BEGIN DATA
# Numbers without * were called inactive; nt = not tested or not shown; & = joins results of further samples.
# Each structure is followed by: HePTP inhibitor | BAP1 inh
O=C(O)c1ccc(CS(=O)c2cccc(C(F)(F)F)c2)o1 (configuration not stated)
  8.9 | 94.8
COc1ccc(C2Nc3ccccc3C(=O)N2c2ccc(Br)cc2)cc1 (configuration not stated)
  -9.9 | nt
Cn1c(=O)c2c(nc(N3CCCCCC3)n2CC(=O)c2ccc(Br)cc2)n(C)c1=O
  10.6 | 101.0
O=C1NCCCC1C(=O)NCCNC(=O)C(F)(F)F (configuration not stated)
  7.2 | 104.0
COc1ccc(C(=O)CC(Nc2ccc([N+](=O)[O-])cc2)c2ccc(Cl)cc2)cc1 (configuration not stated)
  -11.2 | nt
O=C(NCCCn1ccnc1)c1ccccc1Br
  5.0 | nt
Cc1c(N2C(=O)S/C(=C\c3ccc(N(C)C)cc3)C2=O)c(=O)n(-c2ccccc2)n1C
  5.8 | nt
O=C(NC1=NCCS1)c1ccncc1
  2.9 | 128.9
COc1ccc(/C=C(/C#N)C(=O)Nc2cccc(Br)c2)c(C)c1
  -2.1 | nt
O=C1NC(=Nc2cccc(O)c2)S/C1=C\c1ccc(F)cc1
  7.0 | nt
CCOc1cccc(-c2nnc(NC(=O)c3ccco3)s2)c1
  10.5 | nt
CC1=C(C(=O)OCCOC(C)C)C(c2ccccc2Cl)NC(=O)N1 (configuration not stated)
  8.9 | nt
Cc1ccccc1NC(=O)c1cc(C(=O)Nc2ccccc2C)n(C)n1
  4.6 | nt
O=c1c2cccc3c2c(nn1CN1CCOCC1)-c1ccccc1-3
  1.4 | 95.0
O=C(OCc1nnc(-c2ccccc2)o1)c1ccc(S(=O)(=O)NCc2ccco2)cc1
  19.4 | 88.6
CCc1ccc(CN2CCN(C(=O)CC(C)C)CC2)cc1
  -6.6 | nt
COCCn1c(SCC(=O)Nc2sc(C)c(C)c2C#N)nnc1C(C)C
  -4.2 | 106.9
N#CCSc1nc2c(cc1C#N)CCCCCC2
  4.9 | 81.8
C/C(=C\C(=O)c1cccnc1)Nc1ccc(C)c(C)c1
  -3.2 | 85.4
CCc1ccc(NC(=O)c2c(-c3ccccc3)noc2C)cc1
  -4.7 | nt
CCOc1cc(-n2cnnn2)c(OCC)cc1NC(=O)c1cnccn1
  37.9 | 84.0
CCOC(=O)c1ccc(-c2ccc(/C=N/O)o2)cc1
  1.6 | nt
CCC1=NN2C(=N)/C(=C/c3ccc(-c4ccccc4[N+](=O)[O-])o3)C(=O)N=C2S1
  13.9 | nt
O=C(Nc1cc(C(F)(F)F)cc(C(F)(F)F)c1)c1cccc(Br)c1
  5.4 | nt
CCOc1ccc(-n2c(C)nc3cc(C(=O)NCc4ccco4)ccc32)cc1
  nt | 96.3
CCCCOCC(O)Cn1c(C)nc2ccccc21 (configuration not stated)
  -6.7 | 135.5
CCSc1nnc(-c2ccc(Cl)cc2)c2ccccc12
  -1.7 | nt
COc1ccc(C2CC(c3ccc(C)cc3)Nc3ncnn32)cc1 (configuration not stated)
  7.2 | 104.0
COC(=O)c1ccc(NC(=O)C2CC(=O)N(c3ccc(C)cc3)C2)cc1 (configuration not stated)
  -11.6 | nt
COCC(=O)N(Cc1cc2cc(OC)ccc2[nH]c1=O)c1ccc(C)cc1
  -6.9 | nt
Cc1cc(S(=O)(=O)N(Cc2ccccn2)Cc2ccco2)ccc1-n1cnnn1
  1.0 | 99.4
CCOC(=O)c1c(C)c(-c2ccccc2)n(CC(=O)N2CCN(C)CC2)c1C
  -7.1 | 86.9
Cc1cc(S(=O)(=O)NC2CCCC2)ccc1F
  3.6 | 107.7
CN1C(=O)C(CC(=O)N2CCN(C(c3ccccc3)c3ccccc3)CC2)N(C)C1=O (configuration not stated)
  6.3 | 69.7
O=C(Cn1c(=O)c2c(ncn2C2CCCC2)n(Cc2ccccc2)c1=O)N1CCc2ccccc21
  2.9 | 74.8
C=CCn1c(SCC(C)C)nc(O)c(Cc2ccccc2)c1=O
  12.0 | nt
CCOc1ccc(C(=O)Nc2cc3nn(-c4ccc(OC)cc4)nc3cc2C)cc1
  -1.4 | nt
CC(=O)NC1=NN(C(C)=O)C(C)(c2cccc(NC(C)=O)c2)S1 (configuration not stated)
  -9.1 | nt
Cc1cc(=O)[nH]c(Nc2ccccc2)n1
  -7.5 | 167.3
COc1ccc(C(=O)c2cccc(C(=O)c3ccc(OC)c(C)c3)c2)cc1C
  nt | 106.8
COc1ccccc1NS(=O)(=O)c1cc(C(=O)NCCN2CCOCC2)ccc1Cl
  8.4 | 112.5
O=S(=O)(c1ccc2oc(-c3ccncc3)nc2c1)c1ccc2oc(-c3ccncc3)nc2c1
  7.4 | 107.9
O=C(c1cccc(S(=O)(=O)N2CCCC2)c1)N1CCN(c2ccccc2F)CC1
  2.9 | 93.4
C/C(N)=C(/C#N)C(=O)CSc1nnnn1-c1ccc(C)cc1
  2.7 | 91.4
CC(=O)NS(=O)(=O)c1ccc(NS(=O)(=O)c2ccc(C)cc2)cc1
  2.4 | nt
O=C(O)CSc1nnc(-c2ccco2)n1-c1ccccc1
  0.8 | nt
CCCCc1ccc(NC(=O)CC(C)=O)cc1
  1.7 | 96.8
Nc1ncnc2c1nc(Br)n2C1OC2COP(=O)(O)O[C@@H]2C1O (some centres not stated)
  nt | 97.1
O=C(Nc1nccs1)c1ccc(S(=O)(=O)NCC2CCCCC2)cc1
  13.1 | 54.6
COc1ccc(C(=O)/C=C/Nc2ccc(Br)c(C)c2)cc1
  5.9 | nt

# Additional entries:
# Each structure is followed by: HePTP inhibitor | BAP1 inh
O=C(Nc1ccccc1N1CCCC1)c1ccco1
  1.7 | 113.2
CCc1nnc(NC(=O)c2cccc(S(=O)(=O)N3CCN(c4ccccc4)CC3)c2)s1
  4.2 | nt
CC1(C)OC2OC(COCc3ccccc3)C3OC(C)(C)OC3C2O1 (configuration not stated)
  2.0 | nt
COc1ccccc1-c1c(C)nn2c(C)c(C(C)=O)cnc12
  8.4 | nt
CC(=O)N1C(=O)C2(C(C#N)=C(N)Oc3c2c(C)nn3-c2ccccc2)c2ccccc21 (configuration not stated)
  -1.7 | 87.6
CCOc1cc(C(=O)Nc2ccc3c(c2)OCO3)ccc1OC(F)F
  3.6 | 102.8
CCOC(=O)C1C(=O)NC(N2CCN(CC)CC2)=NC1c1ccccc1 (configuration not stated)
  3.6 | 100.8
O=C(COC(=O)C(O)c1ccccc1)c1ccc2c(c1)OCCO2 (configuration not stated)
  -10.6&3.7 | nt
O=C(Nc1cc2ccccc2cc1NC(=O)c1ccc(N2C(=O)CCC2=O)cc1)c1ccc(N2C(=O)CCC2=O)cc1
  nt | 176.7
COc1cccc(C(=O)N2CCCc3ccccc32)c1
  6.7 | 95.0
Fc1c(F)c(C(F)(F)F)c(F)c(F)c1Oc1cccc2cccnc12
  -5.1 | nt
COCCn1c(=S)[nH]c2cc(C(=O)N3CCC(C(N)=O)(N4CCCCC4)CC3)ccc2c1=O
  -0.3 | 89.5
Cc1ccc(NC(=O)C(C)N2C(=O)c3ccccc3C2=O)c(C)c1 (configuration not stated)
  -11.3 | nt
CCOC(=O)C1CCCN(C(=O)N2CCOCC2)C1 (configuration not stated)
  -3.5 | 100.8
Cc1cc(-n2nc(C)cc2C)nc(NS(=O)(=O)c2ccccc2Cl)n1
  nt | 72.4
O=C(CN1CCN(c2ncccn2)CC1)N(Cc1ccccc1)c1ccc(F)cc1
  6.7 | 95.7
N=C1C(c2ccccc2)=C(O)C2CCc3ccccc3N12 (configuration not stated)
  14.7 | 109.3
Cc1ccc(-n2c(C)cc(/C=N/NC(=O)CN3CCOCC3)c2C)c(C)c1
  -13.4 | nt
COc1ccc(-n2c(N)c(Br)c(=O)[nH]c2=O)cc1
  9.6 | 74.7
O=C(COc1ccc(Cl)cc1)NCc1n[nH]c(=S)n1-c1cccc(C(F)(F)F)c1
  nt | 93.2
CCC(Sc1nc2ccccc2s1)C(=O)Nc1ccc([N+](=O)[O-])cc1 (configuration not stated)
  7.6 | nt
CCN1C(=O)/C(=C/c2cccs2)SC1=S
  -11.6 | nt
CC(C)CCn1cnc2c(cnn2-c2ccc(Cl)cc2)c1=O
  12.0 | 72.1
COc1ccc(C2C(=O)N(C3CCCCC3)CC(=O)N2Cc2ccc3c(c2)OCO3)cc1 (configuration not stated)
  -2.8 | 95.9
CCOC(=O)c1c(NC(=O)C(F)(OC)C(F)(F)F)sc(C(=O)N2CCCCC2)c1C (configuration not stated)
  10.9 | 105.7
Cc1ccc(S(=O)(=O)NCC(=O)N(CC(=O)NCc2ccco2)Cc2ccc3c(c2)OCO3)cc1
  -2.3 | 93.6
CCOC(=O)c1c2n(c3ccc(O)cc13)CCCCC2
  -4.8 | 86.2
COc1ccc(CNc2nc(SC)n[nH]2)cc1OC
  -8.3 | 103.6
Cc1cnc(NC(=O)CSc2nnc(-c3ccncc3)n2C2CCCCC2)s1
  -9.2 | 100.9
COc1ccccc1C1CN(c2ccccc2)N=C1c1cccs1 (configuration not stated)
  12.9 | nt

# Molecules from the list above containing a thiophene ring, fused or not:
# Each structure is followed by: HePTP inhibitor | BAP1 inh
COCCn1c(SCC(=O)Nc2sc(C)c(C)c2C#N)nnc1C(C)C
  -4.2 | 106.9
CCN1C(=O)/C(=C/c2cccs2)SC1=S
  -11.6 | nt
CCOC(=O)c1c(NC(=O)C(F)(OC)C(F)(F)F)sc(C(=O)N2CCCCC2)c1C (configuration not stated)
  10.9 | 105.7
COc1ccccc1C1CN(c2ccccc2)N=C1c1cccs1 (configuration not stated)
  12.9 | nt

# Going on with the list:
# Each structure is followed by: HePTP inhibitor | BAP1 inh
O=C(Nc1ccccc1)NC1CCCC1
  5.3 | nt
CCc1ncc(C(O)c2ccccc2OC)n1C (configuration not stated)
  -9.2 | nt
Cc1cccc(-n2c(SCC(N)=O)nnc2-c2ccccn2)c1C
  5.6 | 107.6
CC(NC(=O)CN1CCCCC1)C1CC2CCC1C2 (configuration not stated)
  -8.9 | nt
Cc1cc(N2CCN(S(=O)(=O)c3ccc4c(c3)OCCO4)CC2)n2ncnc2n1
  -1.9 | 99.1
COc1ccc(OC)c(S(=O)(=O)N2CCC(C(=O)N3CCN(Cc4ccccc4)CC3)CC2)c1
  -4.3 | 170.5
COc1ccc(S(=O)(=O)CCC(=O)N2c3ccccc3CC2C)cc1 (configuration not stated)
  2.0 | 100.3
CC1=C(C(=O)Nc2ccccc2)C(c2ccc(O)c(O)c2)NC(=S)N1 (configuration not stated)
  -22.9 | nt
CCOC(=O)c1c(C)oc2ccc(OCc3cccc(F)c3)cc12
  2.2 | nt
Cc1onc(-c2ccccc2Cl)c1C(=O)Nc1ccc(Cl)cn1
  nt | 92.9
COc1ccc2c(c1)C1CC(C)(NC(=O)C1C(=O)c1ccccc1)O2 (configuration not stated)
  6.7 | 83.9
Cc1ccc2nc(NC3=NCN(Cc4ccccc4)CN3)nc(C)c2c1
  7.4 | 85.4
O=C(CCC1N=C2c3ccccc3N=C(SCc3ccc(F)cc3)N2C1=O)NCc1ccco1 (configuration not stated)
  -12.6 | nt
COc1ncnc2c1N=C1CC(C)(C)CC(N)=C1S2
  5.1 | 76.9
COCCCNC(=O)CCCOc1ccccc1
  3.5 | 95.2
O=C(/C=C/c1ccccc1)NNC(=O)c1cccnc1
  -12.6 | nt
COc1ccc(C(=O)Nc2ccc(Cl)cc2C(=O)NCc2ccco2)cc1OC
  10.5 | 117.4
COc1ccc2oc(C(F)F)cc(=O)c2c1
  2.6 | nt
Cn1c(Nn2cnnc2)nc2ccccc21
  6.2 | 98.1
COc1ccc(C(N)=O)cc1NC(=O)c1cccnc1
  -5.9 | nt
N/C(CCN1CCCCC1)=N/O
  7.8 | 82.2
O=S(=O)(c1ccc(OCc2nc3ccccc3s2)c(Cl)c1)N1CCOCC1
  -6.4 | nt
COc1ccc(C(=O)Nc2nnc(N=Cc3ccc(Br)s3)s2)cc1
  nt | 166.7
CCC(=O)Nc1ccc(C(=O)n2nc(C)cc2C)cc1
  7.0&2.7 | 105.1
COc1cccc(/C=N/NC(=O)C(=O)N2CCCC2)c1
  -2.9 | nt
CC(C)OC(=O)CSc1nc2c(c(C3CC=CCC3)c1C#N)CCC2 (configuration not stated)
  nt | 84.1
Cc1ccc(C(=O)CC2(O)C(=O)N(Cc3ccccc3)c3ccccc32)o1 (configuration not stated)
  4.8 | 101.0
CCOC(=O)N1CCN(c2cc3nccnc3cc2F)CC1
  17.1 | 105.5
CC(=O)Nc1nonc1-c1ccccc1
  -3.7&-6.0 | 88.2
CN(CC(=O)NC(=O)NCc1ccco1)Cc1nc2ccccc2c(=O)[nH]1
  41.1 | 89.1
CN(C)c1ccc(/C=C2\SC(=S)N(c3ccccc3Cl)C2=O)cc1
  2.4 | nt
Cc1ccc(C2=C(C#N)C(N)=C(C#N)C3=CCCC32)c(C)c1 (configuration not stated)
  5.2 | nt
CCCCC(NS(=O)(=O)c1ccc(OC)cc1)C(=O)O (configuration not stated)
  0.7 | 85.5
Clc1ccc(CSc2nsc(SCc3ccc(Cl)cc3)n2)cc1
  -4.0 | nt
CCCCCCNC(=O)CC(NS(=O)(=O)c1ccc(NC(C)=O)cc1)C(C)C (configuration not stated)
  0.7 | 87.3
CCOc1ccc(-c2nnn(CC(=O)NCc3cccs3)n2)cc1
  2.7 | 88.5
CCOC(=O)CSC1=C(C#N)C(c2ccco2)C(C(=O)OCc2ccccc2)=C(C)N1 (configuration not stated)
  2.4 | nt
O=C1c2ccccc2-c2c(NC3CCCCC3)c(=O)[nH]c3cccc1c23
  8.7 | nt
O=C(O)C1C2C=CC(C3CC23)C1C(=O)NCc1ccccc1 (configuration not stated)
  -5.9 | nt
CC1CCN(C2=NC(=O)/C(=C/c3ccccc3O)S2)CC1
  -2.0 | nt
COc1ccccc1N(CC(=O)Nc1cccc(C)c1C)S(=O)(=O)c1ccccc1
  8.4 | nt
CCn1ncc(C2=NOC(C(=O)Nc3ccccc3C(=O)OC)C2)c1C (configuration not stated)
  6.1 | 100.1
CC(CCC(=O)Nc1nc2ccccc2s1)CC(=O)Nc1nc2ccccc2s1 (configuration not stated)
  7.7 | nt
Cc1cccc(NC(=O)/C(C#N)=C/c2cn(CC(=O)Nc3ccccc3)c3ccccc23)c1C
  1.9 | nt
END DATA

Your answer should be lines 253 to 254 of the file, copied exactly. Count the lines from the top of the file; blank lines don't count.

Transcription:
O=C(O)C1C2C=CC(C3CC23)C1C(=O)NCc1ccccc1 (configuration not stated)
  -5.9 | nt